The Corner

Politics & Policy

Washington State Voters Overcome Doublespeak, Reject Racial Preferences Again

Washington State Capitol building in Olympia (Pixabay)

By a slim margin, Washington state voters appear to have rejected the legislature’s attempt to reinstate racial preferences. (The result is still unofficial.) Both Heather Mac Donald and Peter Kirsanow summarized the history of this issue for NR last month. Essentially, a 1998 voter referendum outlawed the use of racial preferences by the state of Washington, but this year the legislature passed Initiative 1000 that would reverse that referendum. Opponents of preferences, led in large part by Asian Americans, then put a new referendum on the ballot that would allow voters to reject I-1000 and keep the 1998 ban on racial preferences in place.

The doublespeak that voters needed to overcome in order to reject I-1000 was brazen. The legislature of course described racial preferences euphemistically as “affirmative action” and of course denied that the government would be implementing “quotas.” That rhetoric is standard. But the legislature went even further by claiming that affirmative action would be pursued without “preferential treatment” for any group. How to give preference without giving preferential treatment is a mystery that the world’s top linguists would have trouble solving.

Here is the referendum that voters saw on their ballots, with my emphasis:

The legislature passed Initiative Measure No. 1000 concerning affirmative action and remedying discrimination, and voters have filed a sufficient referendum petition on this act. Initiative 1000 would allow the state to remedy discrimination for certain groups and to implement affirmative action, without the use of quotas or preferential treatment (as defined), in public education, employment, and contracting. Should Initiative 1000 be Approved [ ] Rejected [ ]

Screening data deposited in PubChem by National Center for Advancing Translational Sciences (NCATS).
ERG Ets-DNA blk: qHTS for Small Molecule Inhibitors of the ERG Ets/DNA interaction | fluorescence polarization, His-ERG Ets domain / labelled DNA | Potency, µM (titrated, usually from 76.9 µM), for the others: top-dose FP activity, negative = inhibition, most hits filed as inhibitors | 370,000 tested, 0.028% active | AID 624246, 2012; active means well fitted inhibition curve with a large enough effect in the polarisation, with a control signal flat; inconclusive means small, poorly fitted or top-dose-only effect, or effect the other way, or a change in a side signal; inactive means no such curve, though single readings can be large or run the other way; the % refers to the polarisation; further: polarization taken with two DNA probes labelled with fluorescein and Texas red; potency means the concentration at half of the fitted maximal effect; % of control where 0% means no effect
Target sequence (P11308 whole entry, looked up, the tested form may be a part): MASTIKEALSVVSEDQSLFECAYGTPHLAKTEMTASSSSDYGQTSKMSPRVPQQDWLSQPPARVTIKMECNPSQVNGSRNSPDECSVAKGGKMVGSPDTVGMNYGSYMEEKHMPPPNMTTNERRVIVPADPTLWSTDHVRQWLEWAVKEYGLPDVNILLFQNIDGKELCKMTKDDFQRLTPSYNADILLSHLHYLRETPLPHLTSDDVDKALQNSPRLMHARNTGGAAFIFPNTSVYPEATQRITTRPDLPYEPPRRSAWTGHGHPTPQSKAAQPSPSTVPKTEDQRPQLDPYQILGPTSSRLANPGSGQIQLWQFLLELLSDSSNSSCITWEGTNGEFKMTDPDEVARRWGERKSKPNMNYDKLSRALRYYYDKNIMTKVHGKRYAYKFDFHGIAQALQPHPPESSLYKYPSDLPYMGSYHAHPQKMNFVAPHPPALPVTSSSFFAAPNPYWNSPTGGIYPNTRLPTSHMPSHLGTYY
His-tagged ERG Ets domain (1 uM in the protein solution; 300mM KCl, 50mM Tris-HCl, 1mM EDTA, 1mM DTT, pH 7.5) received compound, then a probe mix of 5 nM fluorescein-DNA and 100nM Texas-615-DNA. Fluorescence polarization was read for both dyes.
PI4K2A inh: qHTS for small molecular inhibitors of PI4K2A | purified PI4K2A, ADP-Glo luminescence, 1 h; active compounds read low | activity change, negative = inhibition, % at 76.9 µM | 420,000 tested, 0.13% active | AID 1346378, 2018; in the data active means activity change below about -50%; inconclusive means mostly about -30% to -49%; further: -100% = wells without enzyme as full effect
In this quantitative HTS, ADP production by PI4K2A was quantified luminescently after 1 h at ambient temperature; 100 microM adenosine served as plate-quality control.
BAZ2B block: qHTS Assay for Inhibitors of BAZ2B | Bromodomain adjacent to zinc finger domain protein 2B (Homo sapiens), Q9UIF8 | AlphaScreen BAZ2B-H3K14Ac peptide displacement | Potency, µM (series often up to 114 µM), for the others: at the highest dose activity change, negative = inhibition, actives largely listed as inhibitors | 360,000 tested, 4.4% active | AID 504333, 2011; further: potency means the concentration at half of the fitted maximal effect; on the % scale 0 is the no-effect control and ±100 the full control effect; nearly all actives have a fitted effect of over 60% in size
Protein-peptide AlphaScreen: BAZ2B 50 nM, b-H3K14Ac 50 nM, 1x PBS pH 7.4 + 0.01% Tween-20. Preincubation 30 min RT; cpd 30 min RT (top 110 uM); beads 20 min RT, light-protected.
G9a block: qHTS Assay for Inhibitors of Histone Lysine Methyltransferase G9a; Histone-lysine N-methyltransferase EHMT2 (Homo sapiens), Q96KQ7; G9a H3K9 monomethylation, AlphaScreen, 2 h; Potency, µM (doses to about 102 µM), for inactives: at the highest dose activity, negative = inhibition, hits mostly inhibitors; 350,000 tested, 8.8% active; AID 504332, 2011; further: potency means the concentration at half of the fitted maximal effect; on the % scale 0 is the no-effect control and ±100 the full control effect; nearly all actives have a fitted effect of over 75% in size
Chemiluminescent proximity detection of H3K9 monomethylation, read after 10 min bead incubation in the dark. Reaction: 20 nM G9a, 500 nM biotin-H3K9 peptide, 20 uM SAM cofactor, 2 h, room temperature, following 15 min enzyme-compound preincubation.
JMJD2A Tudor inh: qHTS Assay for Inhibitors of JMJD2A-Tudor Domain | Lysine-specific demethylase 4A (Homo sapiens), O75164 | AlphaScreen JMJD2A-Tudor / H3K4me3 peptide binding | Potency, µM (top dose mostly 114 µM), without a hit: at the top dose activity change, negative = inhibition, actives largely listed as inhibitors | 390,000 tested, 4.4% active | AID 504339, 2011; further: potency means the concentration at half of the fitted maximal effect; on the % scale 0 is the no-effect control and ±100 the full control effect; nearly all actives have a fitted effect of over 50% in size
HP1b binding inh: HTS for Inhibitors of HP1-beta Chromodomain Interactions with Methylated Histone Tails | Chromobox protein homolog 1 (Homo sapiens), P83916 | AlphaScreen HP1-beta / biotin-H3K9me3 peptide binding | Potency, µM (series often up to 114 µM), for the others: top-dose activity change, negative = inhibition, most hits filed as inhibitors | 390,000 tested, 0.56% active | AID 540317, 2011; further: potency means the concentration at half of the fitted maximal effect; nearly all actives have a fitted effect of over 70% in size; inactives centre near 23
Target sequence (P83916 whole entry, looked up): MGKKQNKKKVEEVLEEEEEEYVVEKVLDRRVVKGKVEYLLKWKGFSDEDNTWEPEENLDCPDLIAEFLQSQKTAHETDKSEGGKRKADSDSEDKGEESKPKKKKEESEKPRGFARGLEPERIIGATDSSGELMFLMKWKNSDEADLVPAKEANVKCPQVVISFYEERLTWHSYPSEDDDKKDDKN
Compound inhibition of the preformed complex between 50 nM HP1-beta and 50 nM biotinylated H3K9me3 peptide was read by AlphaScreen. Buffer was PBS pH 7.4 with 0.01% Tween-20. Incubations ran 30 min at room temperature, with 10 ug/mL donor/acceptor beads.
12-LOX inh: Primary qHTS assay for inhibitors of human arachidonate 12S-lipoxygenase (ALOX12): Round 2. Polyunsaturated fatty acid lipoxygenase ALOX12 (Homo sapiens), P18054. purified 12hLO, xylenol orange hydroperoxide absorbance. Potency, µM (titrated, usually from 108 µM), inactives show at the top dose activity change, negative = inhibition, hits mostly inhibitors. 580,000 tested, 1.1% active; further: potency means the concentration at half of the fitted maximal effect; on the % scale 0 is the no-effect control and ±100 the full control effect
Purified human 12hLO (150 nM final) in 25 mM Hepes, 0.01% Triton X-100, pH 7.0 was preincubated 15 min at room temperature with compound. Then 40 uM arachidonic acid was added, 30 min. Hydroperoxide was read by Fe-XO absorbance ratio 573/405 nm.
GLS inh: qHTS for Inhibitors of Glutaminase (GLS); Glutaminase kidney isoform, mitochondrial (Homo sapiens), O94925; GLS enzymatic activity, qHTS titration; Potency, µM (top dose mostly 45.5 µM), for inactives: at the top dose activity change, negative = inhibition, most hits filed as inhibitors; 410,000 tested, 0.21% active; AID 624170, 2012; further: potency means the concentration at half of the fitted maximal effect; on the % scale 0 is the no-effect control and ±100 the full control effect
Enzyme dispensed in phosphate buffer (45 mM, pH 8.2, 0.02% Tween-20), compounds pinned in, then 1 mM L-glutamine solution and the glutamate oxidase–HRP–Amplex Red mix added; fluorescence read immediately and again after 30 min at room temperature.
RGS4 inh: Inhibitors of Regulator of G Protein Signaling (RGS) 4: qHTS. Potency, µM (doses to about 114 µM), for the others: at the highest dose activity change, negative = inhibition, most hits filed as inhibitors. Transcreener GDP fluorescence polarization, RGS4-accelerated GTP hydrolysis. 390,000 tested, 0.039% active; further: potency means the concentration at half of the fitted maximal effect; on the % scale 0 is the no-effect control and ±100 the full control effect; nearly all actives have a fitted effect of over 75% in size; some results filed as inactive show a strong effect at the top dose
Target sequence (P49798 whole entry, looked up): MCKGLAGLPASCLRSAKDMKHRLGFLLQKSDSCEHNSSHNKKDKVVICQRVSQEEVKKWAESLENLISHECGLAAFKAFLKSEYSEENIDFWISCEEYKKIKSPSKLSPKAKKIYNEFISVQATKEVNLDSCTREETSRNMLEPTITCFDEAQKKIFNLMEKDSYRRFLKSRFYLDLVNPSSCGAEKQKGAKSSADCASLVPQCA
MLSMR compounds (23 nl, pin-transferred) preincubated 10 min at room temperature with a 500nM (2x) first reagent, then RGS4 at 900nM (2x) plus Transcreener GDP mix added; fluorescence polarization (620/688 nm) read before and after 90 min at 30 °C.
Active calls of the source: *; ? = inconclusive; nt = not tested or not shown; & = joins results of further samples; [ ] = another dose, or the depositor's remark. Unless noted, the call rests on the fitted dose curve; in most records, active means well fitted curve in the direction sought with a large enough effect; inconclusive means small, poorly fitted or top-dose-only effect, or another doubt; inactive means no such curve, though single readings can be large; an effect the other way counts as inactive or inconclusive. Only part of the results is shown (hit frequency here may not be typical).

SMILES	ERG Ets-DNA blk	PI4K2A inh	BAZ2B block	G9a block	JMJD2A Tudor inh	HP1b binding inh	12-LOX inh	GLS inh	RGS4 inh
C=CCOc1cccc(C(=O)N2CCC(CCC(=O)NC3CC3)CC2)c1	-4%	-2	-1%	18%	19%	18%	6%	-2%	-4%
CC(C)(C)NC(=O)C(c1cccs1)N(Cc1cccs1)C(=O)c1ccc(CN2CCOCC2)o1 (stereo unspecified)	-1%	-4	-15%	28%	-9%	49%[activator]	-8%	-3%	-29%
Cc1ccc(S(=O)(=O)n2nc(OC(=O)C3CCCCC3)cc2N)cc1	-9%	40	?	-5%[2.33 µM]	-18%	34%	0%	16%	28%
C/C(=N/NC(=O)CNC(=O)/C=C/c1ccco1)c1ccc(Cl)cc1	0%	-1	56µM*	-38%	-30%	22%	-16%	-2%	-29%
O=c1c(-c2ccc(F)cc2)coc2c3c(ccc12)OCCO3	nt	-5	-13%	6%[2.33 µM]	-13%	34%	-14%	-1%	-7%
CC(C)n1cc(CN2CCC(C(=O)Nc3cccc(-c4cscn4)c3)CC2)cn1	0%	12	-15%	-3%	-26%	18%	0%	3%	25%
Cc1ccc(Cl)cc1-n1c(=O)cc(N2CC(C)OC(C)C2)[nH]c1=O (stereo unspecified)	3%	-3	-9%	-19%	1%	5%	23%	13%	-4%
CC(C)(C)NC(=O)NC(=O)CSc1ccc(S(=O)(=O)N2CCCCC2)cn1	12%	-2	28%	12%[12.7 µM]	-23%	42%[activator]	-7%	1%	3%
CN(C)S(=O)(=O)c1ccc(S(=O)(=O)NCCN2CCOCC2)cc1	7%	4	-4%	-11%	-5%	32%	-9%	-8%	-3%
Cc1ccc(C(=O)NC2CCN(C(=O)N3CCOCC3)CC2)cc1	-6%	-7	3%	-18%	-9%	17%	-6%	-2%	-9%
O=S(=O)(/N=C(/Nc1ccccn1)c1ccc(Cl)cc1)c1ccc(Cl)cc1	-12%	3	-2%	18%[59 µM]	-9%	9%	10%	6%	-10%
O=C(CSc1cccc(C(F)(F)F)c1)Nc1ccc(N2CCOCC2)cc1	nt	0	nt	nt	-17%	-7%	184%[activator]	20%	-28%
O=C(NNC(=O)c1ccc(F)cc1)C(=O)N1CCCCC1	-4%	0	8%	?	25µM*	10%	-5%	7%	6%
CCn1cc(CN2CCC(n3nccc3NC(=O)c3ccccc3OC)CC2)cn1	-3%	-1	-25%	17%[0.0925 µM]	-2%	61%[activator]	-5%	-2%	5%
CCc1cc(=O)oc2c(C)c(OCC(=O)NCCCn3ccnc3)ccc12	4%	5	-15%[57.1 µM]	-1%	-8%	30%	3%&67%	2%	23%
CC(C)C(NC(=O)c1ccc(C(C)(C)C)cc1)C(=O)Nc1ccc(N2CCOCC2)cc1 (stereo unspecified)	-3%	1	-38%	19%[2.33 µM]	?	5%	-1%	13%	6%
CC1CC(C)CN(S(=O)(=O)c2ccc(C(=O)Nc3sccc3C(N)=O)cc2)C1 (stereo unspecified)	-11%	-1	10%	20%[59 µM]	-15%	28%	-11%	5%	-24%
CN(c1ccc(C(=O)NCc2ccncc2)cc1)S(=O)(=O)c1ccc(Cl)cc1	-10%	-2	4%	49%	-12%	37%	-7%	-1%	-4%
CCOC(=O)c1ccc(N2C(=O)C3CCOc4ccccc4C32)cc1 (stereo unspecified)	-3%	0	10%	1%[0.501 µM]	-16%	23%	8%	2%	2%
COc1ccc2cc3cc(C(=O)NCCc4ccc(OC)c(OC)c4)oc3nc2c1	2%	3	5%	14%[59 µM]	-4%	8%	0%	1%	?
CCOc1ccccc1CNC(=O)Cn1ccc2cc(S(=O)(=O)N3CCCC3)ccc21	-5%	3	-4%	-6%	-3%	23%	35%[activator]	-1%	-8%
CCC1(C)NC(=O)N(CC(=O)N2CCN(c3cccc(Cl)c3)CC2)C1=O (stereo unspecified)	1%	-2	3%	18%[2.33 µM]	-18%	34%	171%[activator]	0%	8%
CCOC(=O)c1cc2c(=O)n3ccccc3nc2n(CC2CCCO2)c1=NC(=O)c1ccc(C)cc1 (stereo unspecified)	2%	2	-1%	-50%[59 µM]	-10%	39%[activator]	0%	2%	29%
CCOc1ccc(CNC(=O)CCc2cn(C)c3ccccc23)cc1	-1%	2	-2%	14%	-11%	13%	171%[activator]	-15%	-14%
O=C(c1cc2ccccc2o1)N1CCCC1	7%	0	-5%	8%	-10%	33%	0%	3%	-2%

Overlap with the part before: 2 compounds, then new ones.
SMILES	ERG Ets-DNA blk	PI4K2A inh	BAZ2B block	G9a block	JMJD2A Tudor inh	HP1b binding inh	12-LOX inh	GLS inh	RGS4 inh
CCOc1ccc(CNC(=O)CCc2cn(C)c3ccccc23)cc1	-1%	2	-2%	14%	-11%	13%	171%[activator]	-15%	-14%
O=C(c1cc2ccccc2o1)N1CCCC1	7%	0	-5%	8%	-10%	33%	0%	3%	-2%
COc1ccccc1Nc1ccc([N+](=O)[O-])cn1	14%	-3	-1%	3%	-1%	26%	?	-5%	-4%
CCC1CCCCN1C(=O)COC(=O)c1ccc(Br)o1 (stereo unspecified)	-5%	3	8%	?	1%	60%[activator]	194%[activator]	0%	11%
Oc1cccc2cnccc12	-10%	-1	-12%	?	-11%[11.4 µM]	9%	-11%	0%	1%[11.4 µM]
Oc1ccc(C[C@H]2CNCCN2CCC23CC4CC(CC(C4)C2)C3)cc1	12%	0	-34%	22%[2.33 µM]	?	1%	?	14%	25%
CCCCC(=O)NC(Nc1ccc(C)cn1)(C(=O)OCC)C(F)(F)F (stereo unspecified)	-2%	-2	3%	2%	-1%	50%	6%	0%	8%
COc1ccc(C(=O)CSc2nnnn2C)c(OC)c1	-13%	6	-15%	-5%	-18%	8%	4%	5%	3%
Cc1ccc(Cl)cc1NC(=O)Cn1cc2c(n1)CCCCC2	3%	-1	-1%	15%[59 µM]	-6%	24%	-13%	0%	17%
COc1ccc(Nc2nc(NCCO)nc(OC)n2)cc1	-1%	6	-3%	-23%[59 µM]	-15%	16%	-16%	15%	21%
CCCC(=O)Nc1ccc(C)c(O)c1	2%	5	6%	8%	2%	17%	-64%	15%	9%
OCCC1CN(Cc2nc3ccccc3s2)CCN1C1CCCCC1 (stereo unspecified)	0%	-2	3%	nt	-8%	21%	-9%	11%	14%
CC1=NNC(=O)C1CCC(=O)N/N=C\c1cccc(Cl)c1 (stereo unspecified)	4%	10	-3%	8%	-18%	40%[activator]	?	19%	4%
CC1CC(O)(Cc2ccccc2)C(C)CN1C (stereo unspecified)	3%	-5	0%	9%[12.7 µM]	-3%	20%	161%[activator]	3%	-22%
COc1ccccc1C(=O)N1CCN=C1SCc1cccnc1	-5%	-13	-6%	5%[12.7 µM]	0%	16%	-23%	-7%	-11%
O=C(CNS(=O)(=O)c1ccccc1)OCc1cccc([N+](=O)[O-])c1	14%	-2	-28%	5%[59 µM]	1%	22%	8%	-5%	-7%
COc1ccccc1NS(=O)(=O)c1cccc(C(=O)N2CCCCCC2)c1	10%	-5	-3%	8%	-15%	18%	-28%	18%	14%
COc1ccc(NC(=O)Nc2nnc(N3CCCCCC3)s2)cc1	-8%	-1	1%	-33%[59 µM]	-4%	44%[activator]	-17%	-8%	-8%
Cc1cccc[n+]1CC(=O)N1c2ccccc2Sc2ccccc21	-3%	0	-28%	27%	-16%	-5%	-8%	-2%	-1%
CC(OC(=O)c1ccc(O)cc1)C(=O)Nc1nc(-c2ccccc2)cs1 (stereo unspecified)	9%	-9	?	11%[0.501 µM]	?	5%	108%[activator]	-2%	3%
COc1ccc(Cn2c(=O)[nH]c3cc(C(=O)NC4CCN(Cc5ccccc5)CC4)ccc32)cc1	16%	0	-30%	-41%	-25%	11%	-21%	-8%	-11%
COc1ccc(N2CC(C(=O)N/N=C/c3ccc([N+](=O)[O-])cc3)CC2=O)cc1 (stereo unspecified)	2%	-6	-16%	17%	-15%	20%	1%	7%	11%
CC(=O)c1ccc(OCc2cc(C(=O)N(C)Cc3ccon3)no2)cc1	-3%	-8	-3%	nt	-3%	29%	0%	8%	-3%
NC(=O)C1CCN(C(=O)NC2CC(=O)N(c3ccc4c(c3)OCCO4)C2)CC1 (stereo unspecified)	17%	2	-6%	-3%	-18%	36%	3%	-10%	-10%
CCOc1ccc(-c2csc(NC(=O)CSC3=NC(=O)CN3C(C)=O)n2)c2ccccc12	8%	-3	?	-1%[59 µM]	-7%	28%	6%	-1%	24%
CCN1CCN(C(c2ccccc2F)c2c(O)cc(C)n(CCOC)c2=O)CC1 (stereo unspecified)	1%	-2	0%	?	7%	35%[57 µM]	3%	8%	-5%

One assumes that the modifier “as defined” is doing some pretty heavy lifting there, but neither the ballot title nor the summary provided the newspeak definition of “preferential treatment.” Turning to I-1000’s full text, we finally find it:

“Preferential treatment” means the act of using race . . . as the sole qualifying factor to select a lesser qualified candidate over a more qualified candidate.

In other words, preferences do not count as preferential treatment as long as their use is limited in some vague, unenforceable way. This defies all common-sense understanding of “without the use of . . . preferential treatment” — which I suppose is the point. It’s an attempt to disguise the same old preference system that, as Mac Donald points out, is used throughout the country to effect racial balancing — sometimes on a grand scale.

If I-1000 had been written using clear and neutral language — e.g., “Preferences for racial or ethnic minorities shall be allowed in the operation of public employment, public education, and public contracting” — one gets the feeling that it would have been rejected with a much larger majority. Of course, activists always try to frame their positions in the most favorable light, but supporters of I-1000 went much further, into the realm of outright deceit, by attempting to convince voters that their legislation would not do what it was designed to do. Shame on them.

Jason Richwine is a public-policy analyst and a contributor to National Review Online.

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